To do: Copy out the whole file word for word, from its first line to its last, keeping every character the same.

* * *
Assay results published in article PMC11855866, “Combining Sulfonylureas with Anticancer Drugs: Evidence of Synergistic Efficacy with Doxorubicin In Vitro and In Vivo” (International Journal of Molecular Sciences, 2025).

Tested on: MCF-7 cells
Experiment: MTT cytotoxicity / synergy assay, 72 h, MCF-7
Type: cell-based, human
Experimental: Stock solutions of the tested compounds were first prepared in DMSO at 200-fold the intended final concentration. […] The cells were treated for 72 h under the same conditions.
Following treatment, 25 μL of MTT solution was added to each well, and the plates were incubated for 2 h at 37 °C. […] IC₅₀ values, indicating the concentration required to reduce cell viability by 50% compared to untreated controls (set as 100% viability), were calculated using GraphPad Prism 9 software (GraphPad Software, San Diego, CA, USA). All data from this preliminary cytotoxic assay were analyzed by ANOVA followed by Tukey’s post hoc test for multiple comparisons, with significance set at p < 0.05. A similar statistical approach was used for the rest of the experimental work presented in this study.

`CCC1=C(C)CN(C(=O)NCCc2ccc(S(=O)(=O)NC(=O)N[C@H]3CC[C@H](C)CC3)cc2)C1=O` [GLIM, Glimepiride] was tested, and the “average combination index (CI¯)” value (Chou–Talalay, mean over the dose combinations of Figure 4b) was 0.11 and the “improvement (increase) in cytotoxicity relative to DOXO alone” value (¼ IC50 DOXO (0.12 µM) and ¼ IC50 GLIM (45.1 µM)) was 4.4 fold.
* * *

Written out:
Assay results published in article PMC11855866, “Combining Sulfonylureas with Anticancer Drugs: Evidence of Synergistic Efficacy with Doxorubicin In Vitro and In Vivo” (International Journal of Molecular Sciences, 2025).

Tested on: MCF-7 cells
Experiment: MTT cytotoxicity / synergy assay, 72 h, MCF-7
Type: cell-based, human
Experimental: Stock solutions of the tested compounds were first prepared in DMSO at 200-fold the intended final concentration. […] The cells were treated for 72 h under the same conditions.
Following treatment, 25 μL of MTT solution was added to each well, and the plates were incubated for 2 h at 37 °C. […] IC₅₀ values, indicating the concentration required to reduce cell viability by 50% compared to untreated controls (set as 100% viability), were calculated using GraphPad Prism 9 software (GraphPad Software, San Diego, CA, USA). All data from this preliminary cytotoxic assay were analyzed by ANOVA followed by Tukey’s post hoc test for multiple comparisons, with significance set at p < 0.05. A similar statistical approach was used for the rest of the experimental work presented in this study.

`CCC1=C(C)CN(C(=O)NCCc2ccc(S(=O)(=O)NC(=O)N[C@H]3CC[C@H](C)CC3)cc2)C1=O` [GLIM, Glimepiride] was tested, and the “average combination index (CI¯)” value (Chou–Talalay, mean over the dose combinations of Figure 4b) was 0.11 and the “improvement (increase) in cytotoxicity relative to DOXO alone” value (¼ IC50 DOXO (0.12 µM) and ¼ IC50 GLIM (45.1 µM)) was 4.4 fold.